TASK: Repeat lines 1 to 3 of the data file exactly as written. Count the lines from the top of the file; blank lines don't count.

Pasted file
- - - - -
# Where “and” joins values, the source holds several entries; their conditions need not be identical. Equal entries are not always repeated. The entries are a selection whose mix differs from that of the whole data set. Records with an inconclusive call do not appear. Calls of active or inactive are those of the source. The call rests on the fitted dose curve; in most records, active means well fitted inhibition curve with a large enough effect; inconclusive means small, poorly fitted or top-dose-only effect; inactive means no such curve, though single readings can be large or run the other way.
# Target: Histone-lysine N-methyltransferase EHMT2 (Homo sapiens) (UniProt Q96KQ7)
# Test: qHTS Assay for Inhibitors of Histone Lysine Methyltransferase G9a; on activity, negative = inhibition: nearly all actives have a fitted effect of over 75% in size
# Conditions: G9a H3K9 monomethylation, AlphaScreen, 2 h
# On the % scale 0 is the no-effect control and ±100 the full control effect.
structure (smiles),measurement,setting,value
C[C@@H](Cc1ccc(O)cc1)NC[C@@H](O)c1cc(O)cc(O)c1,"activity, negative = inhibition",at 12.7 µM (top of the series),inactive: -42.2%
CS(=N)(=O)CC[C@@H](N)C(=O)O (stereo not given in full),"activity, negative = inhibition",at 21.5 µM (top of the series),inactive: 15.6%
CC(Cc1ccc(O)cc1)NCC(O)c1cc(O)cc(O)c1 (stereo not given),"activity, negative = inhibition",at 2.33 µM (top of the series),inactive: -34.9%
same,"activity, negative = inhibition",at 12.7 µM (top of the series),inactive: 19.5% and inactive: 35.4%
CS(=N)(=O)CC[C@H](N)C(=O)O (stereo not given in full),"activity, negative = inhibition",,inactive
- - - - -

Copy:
# Where “and” joins values, the source holds several entries; their conditions need not be identical. Equal entries are not always repeated. The entries are a selection whose mix differs from that of the whole data set. Records with an inconclusive call do not appear. Calls of active or inactive are those of the source. The call rests on the fitted dose curve; in most records, active means well fitted inhibition curve with a large enough effect; inconclusive means small, poorly fitted or top-dose-only effect; inactive means no such curve, though single readings can be large or run the other way.
# Target: Histone-lysine N-methyltransferase EHMT2 (Homo sapiens) (UniProt Q96KQ7)
# Test: qHTS Assay for Inhibitors of Histone Lysine Methyltransferase G9a; on activity, negative = inhibition: nearly all actives have a fitted effect of over 75% in size